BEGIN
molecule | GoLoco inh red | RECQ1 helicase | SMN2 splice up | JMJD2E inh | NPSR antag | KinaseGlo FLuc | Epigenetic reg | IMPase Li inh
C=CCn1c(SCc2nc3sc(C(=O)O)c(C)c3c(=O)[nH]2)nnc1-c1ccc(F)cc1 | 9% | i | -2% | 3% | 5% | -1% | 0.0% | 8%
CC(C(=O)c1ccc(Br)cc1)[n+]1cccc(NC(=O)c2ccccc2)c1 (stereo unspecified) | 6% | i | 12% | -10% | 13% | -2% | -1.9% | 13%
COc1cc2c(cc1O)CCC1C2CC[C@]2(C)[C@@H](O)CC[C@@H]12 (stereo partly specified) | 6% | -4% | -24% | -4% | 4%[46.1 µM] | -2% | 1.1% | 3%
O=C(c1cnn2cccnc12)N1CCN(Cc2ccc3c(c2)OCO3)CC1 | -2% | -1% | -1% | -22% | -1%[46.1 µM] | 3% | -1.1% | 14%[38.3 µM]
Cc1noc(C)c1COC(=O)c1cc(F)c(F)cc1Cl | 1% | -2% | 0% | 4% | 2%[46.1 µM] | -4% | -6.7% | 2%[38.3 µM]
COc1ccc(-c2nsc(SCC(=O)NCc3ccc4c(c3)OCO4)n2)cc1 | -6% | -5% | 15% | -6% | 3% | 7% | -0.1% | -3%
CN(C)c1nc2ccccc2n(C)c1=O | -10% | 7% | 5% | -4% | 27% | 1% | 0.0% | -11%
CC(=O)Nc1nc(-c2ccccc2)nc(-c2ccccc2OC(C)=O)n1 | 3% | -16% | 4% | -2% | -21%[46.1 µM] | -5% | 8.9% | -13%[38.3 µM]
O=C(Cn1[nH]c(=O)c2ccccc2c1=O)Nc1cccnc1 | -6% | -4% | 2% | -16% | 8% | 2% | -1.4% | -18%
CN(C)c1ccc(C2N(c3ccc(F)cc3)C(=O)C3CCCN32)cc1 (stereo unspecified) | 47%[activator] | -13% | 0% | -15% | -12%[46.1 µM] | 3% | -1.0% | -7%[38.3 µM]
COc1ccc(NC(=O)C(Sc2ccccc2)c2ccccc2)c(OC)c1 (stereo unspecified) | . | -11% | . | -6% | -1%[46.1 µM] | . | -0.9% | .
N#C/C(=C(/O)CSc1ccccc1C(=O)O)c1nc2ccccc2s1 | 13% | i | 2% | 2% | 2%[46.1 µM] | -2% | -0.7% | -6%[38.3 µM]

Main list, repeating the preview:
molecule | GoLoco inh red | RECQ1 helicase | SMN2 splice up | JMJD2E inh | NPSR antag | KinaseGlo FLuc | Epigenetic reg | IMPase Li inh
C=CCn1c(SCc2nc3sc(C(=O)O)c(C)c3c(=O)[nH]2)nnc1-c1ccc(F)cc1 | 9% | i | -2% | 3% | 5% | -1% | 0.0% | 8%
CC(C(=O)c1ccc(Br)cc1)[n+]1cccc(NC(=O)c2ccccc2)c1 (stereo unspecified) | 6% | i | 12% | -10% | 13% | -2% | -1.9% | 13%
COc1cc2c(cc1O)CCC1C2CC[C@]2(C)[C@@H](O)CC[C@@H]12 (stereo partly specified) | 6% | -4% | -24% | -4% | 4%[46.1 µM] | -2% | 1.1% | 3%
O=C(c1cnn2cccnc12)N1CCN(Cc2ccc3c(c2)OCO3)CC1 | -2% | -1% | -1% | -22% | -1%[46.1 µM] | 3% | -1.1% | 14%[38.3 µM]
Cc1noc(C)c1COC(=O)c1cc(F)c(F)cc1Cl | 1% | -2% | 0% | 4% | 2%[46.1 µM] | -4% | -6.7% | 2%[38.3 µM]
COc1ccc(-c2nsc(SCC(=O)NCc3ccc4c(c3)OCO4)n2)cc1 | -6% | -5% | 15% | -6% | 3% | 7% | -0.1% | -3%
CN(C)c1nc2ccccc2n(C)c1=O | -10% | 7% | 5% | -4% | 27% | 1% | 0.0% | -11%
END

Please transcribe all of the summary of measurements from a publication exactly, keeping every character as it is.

molecule | GoLoco inh red | RECQ1 helicase | SMN2 splice up | JMJD2E inh | NPSR antag | KinaseGlo FLuc | Epigenetic reg | IMPase Li inh
C=CCn1c(SCc2nc3sc(C(=O)O)c(C)c3c(=O)[nH]2)nnc1-c1ccc(F)cc1 | 9% | i | -2% | 3% | 5% | -1% | 0.0% | 8%
CC(C(=O)c1ccc(Br)cc1)[n+]1cccc(NC(=O)c2ccccc2)c1 (stereo unspecified) | 6% | i | 12% | -10% | 13% | -2% | -1.9% | 13%
COc1cc2c(cc1O)CCC1C2CC[C@]2(C)[C@@H](O)CC[C@@H]12 (stereo partly specified) | 6% | -4% | -24% | -4% | 4%[46.1 µM] | -2% | 1.1% | 3%
O=C(c1cnn2cccnc12)N1CCN(Cc2ccc3c(c2)OCO3)CC1 | -2% | -1% | -1% | -22% | -1%[46.1 µM] | 3% | -1.1% | 14%[38.3 µM]
Cc1noc(C)c1COC(=O)c1cc(F)c(F)cc1Cl | 1% | -2% | 0% | 4% | 2%[46.1 µM] | -4% | -6.7% | 2%[38.3 µM]
COc1ccc(-c2nsc(SCC(=O)NCc3ccc4c(c3)OCO4)n2)cc1 | -6% | -5% | 15% | -6% | 3% | 7% | -0.1% | -3%
CN(C)c1nc2ccccc2n(C)c1=O | -10% | 7% | 5% | -4% | 27% | 1% | 0.0% | -11%
CC(=O)Nc1nc(-c2ccccc2)nc(-c2ccccc2OC(C)=O)n1 | 3% | -16% | 4% | -2% | -21%[46.1 µM] | -5% | 8.9% | -13%[38.3 µM]
O=C(Cn1[nH]c(=O)c2ccccc2c1=O)Nc1cccnc1 | -6% | -4% | 2% | -16% | 8% | 2% | -1.4% | -18%
CN(C)c1ccc(C2N(c3ccc(F)cc3)C(=O)C3CCCN32)cc1 (stereo unspecified) | 47%[activator] | -13% | 0% | -15% | -12%[46.1 µM] | 3% | -1.0% | -7%[38.3 µM]
COc1ccc(NC(=O)C(Sc2ccccc2)c2ccccc2)c(OC)c1 (stereo unspecified) | . | -11% | . | -6% | -1%[46.1 µM] | . | -0.9% | .
N#C/C(=C(/O)CSc1ccccc1C(=O)O)c1nc2ccccc2s1 | 13% | i | 2% | 2% | 2%[46.1 µM] | -2% | -0.7% | -6%[38.3 µM]

Main list, repeating the preview:
molecule | GoLoco inh red | RECQ1 helicase | SMN2 splice up | JMJD2E inh | NPSR antag | KinaseGlo FLuc | Epigenetic reg | IMPase Li inh
C=CCn1c(SCc2nc3sc(C(=O)O)c(C)c3c(=O)[nH]2)nnc1-c1ccc(F)cc1 | 9% | i | -2% | 3% | 5% | -1% | 0.0% | 8%
CC(C(=O)c1ccc(Br)cc1)[n+]1cccc(NC(=O)c2ccccc2)c1 (stereo unspecified) | 6% | i | 12% | -10% | 13% | -2% | -1.9% | 13%
COc1cc2c(cc1O)CCC1C2CC[C@]2(C)[C@@H](O)CC[C@@H]12 (stereo partly specified) | 6% | -4% | -24% | -4% | 4%[46.1 µM] | -2% | 1.1% | 3%
O=C(c1cnn2cccnc12)N1CCN(Cc2ccc3c(c2)OCO3)CC1 | -2% | -1% | -1% | -22% | -1%[46.1 µM] | 3% | -1.1% | 14%[38.3 µM]
Cc1noc(C)c1COC(=O)c1cc(F)c(F)cc1Cl | 1% | -2% | 0% | 4% | 2%[46.1 µM] | -4% | -6.7% | 2%[38.3 µM]
COc1ccc(-c2nsc(SCC(=O)NCc3ccc4c(c3)OCO4)n2)cc1 | -6% | -5% | 15% | -6% | 3% | 7% | -0.1% | -3%
CN(C)c1nc2ccccc2n(C)c1=O | -10% | 7% | 5% | -4% | 27% | 1% | 0.0% | -11%